Down two games to one in the 1934 World Series, the Detroit Tigers evened the count in Game Four with a resounding 10-4 win in a lengthy 2 hours and 43 minutes before 37,492 disappointed Sportsman’s Park fans. It was a game full of misadventures, dominated by Dizzy Dean’s attempt to run the bases. After slow-footed Spud Davis singled in the fourth inning, Dean, who fancied himself an excellent baserunner, ran onto the field to pinch-run before Cardinals manager Frankie Frisch could send anyone else out.1 Pepper Martin then hit a double-play groundball to second baseman Charlie Gehringer, who scooped it up and tossed to shortstop Bill Rogell to force Dean at second. Dean, however, came into the base standing up and Rogell’s relay throw nailed him squarely in the head, sending him straight to the ground.
According to the New York Times, Dean was “out cold as a mackerel.”2 His brother Paul and others eventually carried him fireman’s style from the field to the great concern of Cardinals fans, since he was slated to toe the rubber for the pivotal Game Five the next day.3 Dean recovered quickly, however, and after X-rays that evening was pronounced fit to start the next day. Although apocryphal, the story is often told that a St. Louis newspaper reported the next morning that “Doctors X-rayed Dizzy’s head and found nothing.”4
The starting pitchers were Tex Carleton for the Cardinals, who had a 16-11 regular-season record, versus submariner Elden Auker of the Tigers, who had been 15-7. Both were former college football players,5 prompting Grantland Rice to write, “Here were two ex-collegians trying to steal the show from the brush and the sage — from the boys of the open road and the school of the harder way.”6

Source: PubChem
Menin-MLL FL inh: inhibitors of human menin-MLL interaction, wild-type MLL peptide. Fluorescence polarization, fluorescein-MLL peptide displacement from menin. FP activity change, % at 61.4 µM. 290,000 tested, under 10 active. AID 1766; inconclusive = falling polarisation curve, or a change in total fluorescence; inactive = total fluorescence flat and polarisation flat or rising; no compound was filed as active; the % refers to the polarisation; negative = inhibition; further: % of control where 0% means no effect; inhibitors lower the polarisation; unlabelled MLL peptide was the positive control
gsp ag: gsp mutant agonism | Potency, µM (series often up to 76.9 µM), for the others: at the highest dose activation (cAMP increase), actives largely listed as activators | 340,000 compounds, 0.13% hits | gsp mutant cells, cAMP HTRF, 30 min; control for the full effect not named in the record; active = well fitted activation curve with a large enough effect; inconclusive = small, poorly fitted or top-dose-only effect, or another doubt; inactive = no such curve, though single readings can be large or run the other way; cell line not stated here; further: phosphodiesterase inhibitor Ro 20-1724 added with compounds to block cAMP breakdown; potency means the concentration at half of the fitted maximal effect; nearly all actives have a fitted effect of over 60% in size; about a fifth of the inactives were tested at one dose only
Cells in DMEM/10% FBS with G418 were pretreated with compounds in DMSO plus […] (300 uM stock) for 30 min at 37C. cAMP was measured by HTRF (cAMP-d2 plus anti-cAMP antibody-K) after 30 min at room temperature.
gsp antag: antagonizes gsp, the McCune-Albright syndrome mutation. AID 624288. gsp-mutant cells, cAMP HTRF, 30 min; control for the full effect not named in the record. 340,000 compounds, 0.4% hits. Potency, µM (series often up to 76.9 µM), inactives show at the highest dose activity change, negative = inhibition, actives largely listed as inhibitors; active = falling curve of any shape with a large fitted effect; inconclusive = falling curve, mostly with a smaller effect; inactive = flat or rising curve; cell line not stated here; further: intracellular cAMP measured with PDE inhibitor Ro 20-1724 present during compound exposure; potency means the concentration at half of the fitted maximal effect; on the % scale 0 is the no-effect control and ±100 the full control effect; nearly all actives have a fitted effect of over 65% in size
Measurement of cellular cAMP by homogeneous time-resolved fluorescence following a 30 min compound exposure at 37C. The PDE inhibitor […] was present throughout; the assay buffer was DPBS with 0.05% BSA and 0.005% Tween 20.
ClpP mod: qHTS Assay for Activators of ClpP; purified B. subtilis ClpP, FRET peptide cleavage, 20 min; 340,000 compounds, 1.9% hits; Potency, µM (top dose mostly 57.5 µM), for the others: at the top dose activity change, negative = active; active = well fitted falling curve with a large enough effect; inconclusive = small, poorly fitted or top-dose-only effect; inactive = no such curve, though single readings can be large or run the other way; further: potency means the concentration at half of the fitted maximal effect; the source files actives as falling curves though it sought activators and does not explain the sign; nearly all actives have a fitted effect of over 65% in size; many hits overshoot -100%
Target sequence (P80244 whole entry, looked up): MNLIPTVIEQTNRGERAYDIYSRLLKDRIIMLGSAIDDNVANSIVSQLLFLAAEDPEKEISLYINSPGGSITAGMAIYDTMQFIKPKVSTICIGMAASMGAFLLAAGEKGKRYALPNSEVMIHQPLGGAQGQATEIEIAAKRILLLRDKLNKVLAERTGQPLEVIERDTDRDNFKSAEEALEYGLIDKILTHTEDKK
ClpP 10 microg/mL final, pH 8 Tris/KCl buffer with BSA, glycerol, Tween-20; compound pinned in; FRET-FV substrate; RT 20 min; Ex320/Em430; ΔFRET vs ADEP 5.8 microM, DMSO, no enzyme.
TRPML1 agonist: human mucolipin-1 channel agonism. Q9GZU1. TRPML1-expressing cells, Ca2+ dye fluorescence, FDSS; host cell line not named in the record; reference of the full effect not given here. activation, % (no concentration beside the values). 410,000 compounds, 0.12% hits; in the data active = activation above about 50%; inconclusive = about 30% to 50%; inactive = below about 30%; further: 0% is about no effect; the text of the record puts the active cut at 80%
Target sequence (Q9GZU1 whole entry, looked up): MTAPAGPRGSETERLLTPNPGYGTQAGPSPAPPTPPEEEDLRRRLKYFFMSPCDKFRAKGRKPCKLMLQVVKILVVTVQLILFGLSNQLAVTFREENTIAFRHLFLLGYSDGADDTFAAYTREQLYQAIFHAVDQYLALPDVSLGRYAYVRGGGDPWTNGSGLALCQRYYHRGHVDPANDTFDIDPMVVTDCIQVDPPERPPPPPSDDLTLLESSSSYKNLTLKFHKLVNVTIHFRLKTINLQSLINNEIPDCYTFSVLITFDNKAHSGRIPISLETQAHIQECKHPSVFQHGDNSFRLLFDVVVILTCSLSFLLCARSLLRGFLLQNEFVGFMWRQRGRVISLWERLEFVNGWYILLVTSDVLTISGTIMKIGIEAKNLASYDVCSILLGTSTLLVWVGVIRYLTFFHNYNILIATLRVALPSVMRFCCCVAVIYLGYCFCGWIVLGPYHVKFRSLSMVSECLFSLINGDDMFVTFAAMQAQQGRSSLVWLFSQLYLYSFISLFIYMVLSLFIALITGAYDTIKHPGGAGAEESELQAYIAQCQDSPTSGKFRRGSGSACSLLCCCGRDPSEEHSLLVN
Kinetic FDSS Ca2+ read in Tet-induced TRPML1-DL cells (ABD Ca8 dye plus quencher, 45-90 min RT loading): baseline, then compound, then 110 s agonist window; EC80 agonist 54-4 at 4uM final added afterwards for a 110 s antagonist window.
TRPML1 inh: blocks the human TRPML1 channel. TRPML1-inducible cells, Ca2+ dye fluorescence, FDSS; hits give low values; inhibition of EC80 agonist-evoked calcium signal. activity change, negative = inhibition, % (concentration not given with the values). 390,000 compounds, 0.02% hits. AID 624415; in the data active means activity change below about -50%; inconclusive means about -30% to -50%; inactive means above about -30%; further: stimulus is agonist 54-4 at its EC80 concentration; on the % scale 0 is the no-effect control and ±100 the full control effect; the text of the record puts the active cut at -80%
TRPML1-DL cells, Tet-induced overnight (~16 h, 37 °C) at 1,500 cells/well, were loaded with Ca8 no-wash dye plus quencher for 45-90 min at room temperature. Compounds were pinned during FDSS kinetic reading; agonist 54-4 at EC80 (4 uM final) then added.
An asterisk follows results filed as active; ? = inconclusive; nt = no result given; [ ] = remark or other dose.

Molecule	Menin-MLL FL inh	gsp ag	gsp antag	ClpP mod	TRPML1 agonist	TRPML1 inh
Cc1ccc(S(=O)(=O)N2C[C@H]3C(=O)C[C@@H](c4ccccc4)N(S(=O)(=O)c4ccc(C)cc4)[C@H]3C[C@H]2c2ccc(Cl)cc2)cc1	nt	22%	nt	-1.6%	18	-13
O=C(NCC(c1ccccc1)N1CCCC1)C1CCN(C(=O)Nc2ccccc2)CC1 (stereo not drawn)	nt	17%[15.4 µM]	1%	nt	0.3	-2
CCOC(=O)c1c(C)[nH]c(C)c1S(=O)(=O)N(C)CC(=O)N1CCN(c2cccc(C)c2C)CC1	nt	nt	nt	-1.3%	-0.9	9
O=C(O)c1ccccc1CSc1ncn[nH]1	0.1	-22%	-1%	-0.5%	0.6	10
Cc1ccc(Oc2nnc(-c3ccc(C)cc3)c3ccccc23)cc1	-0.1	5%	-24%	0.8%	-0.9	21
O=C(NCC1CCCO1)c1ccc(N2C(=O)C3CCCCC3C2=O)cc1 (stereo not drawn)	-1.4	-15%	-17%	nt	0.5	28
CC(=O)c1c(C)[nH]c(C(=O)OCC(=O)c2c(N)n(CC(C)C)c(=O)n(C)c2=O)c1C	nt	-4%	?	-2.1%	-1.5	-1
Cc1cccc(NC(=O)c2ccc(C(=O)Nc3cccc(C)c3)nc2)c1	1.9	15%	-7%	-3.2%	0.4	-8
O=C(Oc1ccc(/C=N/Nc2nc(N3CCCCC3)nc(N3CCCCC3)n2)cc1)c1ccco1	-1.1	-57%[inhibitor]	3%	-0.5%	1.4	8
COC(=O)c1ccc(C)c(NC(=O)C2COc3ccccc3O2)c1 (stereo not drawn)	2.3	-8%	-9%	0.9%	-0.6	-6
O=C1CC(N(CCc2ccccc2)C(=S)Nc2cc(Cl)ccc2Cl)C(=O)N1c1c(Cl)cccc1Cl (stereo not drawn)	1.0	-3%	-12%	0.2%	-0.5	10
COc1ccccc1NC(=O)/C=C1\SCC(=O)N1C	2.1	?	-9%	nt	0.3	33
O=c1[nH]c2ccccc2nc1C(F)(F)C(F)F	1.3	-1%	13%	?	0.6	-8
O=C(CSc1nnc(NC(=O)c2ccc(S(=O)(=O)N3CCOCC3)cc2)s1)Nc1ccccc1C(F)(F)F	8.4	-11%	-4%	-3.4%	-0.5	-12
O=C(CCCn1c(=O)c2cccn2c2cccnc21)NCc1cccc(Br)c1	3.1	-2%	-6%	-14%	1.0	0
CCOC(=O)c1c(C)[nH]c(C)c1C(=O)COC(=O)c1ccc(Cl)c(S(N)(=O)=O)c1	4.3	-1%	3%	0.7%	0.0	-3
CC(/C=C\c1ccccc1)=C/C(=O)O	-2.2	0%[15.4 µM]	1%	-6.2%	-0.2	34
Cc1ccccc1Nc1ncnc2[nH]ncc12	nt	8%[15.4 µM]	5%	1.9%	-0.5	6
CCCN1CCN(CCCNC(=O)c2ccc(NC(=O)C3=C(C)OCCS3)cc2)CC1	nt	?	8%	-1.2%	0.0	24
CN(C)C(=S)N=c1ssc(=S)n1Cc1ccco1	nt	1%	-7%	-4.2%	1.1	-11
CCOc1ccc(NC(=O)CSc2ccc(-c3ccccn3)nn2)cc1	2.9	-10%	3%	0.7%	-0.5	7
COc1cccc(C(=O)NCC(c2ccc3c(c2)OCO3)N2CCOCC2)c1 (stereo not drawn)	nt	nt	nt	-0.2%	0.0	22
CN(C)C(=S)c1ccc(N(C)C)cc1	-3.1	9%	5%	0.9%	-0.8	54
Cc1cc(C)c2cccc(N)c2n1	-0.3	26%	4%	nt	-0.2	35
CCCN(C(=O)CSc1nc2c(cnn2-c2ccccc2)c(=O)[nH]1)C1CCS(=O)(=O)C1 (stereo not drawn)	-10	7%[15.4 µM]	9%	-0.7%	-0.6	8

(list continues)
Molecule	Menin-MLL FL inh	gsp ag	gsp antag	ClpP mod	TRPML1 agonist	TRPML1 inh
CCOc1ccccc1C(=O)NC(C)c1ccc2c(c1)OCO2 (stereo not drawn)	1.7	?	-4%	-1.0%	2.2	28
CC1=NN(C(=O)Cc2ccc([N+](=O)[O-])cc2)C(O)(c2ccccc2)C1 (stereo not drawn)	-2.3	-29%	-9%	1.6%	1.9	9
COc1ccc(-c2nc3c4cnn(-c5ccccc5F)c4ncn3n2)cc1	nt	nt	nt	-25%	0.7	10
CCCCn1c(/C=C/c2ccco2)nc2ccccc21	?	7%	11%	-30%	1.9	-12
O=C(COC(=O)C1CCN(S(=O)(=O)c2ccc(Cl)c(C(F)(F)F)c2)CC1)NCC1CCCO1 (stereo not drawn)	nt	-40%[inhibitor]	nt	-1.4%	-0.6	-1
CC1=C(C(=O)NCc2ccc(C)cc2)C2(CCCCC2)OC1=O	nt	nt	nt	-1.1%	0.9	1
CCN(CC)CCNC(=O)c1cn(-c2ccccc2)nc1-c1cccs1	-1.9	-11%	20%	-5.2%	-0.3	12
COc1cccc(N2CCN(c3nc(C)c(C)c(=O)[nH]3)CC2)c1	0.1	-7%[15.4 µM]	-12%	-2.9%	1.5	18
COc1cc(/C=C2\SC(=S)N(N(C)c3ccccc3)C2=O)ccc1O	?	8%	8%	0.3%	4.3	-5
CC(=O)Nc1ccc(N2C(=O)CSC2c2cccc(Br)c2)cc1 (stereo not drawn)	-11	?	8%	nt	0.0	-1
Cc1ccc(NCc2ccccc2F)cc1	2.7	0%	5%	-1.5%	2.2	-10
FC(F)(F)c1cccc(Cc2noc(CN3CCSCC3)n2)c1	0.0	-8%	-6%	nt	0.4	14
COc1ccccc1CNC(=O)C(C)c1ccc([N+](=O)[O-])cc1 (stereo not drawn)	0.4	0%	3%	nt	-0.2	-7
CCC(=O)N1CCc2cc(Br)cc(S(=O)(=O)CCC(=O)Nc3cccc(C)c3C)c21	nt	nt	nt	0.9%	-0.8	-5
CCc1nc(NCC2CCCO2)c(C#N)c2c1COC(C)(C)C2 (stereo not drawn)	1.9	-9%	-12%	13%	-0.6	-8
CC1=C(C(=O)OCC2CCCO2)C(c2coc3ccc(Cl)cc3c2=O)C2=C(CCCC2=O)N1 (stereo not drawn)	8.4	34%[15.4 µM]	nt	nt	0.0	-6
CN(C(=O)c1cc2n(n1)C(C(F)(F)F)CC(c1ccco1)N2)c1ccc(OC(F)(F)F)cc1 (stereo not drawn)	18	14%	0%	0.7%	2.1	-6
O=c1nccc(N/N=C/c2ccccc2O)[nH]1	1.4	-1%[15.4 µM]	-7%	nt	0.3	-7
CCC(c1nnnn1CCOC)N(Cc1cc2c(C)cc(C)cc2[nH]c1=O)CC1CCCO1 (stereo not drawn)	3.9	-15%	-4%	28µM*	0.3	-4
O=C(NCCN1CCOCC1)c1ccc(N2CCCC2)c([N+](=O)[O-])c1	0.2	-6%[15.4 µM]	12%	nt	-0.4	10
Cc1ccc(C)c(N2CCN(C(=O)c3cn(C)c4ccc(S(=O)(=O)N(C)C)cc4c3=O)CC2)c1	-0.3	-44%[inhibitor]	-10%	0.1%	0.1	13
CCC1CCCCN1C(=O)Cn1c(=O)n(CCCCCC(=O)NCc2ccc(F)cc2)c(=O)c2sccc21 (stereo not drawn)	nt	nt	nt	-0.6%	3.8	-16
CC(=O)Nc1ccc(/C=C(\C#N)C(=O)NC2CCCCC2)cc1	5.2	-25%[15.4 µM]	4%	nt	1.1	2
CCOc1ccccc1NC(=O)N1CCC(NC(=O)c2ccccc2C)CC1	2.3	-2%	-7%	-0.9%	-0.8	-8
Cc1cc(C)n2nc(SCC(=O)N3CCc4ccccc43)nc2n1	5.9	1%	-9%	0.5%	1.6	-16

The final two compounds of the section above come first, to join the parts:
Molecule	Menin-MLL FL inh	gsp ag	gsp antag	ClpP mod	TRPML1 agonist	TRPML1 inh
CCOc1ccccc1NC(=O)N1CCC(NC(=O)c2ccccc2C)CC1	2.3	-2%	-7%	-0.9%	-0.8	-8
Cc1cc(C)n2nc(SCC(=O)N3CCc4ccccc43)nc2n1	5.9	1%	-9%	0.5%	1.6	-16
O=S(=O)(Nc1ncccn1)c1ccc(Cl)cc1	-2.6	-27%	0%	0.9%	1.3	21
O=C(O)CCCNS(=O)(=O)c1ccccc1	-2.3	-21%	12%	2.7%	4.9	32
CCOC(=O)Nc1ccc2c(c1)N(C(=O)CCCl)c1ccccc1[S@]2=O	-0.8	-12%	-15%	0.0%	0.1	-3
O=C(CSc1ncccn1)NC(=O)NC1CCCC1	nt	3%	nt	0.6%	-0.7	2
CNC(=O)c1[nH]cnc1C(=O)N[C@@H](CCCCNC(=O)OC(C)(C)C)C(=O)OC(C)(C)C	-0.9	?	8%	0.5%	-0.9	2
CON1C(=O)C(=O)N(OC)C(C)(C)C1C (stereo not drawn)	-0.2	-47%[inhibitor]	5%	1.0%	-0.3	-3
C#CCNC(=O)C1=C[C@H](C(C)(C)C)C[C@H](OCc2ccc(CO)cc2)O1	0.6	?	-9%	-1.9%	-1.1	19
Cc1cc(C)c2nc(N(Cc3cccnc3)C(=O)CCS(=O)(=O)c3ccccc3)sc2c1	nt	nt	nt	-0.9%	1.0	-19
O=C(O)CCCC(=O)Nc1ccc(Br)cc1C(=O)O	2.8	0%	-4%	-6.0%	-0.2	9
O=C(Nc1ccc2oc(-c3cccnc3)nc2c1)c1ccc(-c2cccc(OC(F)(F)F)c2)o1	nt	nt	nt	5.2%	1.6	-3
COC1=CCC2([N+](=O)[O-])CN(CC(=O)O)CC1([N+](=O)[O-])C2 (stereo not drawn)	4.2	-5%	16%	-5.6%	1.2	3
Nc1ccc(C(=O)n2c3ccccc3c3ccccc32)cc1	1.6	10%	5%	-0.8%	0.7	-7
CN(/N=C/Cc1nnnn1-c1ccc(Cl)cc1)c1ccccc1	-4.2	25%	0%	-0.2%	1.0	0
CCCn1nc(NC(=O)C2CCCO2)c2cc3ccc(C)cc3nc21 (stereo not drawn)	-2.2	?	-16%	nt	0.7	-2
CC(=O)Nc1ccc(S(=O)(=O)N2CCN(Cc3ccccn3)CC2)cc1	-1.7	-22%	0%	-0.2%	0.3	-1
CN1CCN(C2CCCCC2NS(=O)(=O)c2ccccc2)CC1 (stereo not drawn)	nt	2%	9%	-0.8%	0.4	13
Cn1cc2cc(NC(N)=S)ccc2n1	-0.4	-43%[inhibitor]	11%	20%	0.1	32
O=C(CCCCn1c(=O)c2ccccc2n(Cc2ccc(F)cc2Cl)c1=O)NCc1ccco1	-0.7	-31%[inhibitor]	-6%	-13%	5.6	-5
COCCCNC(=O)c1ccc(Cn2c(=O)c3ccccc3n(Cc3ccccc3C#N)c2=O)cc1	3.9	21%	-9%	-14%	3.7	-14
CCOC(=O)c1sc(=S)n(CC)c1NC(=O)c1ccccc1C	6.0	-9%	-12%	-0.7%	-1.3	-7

Before the game began, the Cardinals’ band played “Take Me Out to the Ballgame.”7 Then, after a scoreless inning and a half, the Cardinals struck in the bottom of the second beginning with a sharp single to center by Joe Medwick and Rip Collins’s ringing double off the pavilion screen in right that sent Medwick to third. Ernie Orsatti then hit a long sacrifice fly to Goose Goslin in left to drive in Medwick before Auker was able to retire the side without further damage.
The Tigers quickly responded after two outs in the top of the third against the side-winding Carleton on a double past first by Mickey Cochrane, two walks and Rogell’s single to center, which plated two runs and sent the Tigers to a 2-1 lead. Detroit would not trail again although plenty of entertaining, if not particularly pristine, baseball remained.
After Rogell’s hit, Frisch gave Carleton a quick hook and brought in 43-year-old Dazzy Vance in relief. Hank Greenberg greeted Vance with a single off shortstop Leo Durocher’s glove to drive in the third run of the inning. Down 3-1, the Cardinals bounced back in the bottom half when, with two outs, Rogell lost Frisch’s high bounder in the sun.8 Medwick walked on a 3-and-2 count and Collins followed with a whistling shot to center on the first pitch to drive in Frisch and make it a one-run margin, 3-2.
In the fourth the Tigers extended the lead back to two runs without a hit thanks to shoddy fielding by the Cardinals. With one out Jo-Jo White worked a walk from Vance, stole second, and went to third on the play when catcher Bill DeLancey’s throw got past Frisch covering and Martin muffed centerfielder Orsatti’s return throw to third. Vance promptly uncorked a wild pitch to enable White to scoot home to extend the score to 4-2.
The Cardinals managed to tie the score in the bottom half of the inning in spite of Dean’s misadventure on the basepaths. Orsatti led off with a single to center, and then barreled into second on Durocher’s groundball to Marv Owen at third, causing Gehringer to bobble the throw while covering the bag.9 With runners on first and second, Davis, batting for Vance, singled to deep right field to drive in Orsatti and send Durocher to third. Durocher actually scored the Cardinals’ fourth run to tie the score when Dean intercepted Rogell’s relay throw with his noggin on what should have been Martin’s double-play groundball.10 According to Grantland Rice, the impact of the ball on Dean’s head sounded like the backfire of an automobile as the ball bounced 30 feet in the air and ended up 100 feet away in Greenberg’s glove in short right field.11
After Bill Walker replaced Vance on the mound for St. Louis, the teams traded goose eggs for the next two innings. The Cardinals, however, wasted a scoring chance in the bottom of the fifth when with runners on first and second and one out, Greenberg snagged Orsatti’s liner to first and threw behind Medwick, who had misread the ball and strayed too far off the bag at second, to double him up and end the threat.